Audrey Tilve, euronews: “Brigitte Grésy, France’s general inspector for social affairs, you also represent France in the European Institute for equality between men and women. Will Spain’s six-month EU presidency be enough time to make progress with a cause as labour-intensive as gender parity?”
Brigitte Grésy, European Institute for Gender Equality: “While it is a six-month presidency, we should bear in mind that the rotating presidencies work more and more with the ones that come afterwards. So, Spain will work closely with both Belgium and Hungary. Therefore, the big efforts Spain makes under its programme — jobs on the one hand and domestic violence on the other — will be taken up in part by the presidencies which follow.”
euronews: “The figures remain striking: more than a 17% gap between men and women’s salaries; only 11% women on the boards of directors of Europe’s biggest companies… Must a balance be found at any price, and if so, how?”
Grésy: “Professional equality in broad terms is part of what Spain intends to anchor very strongly in a new growth strategy for employment.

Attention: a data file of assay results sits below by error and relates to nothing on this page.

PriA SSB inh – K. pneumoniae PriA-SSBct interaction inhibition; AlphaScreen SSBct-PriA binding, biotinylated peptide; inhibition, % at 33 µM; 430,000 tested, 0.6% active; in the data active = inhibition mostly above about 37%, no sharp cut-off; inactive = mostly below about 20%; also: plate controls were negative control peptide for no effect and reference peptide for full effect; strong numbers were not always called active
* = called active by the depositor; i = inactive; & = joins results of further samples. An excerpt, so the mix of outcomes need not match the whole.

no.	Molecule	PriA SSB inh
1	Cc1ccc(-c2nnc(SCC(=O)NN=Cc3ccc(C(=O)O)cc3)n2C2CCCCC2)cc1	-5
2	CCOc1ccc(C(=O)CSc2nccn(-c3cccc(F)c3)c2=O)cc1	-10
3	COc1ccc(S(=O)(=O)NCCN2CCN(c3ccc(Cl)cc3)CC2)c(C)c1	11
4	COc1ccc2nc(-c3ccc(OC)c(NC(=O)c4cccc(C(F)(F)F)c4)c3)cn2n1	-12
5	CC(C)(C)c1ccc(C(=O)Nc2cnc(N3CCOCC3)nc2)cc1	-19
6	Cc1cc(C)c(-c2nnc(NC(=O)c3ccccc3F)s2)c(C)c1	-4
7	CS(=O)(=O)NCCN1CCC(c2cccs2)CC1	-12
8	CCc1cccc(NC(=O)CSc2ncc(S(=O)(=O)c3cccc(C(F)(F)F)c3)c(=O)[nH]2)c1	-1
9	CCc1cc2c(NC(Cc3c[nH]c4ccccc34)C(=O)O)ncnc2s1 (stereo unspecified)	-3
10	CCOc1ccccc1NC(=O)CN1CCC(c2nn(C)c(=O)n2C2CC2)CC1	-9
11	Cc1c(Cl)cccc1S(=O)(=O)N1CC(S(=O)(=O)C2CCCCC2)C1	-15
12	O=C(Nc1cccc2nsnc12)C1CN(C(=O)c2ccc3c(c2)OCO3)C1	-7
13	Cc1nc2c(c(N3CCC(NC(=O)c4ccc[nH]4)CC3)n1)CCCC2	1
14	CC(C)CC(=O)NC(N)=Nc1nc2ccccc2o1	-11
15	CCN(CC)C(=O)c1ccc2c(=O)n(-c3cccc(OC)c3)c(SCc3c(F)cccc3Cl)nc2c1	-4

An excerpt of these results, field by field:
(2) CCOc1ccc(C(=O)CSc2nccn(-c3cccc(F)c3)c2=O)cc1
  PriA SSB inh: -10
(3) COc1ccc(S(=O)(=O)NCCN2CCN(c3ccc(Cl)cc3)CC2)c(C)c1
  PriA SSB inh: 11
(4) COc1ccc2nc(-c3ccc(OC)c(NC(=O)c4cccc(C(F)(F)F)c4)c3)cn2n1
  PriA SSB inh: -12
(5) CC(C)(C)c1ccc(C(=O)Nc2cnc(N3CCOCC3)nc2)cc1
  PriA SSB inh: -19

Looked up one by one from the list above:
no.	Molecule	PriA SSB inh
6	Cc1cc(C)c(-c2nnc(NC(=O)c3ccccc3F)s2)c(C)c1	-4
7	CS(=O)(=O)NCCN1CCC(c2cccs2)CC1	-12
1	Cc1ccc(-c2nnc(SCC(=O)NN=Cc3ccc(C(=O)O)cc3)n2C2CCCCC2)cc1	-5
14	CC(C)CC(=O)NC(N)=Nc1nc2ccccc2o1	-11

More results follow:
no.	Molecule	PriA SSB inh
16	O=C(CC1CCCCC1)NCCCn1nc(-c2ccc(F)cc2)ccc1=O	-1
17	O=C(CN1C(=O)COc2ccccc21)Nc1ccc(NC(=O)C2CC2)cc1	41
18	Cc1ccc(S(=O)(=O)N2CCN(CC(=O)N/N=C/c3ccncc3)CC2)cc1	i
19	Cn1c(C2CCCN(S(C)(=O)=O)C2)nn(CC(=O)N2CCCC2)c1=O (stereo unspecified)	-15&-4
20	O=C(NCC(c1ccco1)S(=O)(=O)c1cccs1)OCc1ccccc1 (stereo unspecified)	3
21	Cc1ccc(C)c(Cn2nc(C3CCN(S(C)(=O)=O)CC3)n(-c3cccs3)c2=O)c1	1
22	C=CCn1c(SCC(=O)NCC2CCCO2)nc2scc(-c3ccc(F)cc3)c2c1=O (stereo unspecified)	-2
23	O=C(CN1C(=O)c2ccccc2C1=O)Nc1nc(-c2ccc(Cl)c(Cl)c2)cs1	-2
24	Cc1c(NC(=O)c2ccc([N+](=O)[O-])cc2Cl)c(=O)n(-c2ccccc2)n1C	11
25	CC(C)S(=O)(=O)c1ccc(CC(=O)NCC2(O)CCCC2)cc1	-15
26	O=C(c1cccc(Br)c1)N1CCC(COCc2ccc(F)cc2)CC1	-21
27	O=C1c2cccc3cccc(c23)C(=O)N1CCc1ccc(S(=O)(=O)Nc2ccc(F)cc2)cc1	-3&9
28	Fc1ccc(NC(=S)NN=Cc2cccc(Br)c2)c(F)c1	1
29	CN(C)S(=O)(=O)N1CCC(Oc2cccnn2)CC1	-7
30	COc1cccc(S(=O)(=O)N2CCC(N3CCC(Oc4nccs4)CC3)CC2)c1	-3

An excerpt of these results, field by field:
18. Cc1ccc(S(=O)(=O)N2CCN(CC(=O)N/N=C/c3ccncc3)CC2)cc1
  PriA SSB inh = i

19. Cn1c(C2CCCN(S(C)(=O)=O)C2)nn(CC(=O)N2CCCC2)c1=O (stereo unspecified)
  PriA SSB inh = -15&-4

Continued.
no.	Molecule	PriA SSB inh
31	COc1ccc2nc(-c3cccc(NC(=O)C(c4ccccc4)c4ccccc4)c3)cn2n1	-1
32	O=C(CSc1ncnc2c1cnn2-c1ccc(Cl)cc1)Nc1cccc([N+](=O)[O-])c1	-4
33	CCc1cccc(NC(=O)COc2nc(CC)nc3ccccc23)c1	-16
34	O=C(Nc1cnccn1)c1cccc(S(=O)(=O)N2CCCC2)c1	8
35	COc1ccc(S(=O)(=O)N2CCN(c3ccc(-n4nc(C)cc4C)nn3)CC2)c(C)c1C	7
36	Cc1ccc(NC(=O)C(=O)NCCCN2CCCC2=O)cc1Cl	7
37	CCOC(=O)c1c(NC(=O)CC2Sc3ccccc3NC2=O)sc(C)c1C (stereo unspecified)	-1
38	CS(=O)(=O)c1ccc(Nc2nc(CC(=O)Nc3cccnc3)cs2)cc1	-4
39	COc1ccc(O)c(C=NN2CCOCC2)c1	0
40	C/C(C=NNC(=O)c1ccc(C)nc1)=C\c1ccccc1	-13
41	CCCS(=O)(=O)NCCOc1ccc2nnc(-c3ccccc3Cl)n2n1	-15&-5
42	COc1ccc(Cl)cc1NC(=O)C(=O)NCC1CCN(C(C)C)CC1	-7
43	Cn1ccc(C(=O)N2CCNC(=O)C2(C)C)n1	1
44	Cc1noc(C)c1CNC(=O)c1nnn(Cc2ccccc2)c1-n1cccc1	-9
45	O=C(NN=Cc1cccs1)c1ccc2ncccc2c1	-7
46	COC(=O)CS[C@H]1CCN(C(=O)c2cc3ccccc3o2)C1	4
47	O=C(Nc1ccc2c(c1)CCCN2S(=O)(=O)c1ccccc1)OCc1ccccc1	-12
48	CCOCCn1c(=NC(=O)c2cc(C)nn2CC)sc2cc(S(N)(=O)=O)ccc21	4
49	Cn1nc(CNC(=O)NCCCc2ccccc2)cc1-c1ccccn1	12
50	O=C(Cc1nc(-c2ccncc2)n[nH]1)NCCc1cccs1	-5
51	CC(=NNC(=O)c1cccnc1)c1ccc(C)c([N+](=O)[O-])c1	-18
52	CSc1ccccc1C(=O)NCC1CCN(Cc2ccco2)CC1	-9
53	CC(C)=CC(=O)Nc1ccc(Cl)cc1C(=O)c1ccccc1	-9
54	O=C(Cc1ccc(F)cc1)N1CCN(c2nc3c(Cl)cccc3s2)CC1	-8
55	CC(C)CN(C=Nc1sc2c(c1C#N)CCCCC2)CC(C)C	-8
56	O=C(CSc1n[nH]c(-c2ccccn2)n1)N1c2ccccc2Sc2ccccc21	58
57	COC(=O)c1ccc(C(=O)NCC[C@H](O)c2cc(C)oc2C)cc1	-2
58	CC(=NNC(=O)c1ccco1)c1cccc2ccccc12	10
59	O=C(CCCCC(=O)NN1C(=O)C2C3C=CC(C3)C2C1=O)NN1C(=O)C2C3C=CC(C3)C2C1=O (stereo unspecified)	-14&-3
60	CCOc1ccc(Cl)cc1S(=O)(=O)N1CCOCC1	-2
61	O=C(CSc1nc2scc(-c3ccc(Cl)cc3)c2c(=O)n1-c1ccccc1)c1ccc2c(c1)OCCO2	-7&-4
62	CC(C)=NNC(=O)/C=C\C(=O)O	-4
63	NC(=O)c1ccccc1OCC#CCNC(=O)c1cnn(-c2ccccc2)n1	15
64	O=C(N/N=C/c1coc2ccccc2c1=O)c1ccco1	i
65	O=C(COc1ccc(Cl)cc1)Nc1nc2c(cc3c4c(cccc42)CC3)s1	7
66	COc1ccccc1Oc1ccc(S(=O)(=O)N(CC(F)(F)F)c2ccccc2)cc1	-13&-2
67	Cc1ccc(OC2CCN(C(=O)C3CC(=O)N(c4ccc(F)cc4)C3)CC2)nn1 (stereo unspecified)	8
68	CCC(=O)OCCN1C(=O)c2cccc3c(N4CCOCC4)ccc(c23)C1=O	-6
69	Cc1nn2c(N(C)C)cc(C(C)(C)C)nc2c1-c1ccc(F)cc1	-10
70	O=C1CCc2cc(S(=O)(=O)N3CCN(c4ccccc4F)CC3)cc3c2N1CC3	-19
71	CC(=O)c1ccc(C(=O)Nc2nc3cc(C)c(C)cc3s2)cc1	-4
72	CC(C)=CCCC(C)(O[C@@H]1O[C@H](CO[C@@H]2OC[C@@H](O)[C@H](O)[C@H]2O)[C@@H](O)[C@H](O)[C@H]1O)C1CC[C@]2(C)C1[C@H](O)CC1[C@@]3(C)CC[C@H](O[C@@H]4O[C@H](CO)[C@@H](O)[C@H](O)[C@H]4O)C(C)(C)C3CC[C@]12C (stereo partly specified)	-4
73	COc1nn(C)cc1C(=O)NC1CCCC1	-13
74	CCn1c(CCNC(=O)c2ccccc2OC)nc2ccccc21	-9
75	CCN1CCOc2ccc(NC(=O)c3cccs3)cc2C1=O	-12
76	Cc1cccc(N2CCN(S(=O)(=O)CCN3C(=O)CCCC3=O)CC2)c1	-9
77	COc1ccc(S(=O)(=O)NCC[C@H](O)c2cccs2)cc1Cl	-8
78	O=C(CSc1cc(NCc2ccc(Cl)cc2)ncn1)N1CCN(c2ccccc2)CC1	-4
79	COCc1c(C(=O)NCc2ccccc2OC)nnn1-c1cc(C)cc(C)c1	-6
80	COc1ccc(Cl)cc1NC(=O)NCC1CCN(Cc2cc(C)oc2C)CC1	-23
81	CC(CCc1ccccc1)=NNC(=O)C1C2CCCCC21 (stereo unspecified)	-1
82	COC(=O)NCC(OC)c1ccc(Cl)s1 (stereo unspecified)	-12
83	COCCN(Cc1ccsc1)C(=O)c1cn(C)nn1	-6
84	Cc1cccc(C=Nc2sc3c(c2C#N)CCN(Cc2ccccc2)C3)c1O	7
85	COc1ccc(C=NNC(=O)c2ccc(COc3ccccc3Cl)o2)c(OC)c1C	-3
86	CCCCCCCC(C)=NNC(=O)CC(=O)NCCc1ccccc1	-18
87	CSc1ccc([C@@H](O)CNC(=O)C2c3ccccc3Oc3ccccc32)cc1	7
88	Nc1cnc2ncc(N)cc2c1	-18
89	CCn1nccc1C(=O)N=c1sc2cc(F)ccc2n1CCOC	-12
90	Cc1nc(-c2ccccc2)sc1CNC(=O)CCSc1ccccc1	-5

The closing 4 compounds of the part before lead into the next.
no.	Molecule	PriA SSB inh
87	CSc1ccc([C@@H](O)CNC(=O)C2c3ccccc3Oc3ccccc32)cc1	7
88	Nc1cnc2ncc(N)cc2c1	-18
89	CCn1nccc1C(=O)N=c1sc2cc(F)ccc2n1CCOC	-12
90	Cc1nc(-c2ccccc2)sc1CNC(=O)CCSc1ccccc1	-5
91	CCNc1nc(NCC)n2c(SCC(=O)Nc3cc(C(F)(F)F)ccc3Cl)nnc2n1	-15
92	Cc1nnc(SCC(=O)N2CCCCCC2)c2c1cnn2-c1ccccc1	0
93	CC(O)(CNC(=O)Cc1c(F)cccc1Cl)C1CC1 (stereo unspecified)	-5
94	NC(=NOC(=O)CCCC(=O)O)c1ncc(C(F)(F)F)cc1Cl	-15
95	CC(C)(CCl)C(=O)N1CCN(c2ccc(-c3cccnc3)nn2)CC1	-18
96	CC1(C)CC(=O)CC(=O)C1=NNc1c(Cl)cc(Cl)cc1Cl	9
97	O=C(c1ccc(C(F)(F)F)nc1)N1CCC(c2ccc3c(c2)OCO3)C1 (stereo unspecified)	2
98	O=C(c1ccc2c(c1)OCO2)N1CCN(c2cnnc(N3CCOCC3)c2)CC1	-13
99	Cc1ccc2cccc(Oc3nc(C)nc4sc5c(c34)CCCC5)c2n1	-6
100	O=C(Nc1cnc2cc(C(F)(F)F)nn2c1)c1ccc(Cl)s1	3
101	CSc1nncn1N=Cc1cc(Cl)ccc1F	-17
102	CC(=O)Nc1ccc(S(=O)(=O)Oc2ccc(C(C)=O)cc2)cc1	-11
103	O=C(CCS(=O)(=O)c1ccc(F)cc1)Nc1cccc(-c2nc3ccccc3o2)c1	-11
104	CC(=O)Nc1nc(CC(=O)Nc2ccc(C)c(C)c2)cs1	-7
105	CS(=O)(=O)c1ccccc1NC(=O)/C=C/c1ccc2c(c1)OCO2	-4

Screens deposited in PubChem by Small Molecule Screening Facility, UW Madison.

“We are going to have the follow-up to the Lisbon strategy which ends in 2010 with a 60% requirement for women’s employment, which is more or less achieved.
“Spain is going to commit to a new jobs and growth strategy in 2010-2020 with a very strong desire to see the member states commit to the guidelines and indicators to follow.
“And then there are boards of directors. There, I think member states have to legislate. We know that Spain has been a key driving force on this question, since in 2007 it adopted a law requiring 40% of boards be women, by 2015. It came after Norway, which had made that law in 2003. We, France, in the European Union, are third, with a law proposal on the table. Therefore, there is a kind of awakening that private shareholder companies and public companies will be able to integrate more women into boards of directors.”
euronews: “The other front Spain wants to fight on at a European scale is violence against women. It sees an observatory being created, with a single help number for victims to call, maybe even a Europe-wide protection warrant. Do you believe that would be effective?”
Grésy: “I believe it’s in Europe’s own interest to work together, to draw greater benefit from learning curves. This would let those in Europe making the most progress against violence — and I’m thinking of Spain — help Europe as a whole. Spain, with its law covering violence, has looked at the various related subjects, including getting women back into professional life after acts of violence have been committed. The best pupils can help the others.”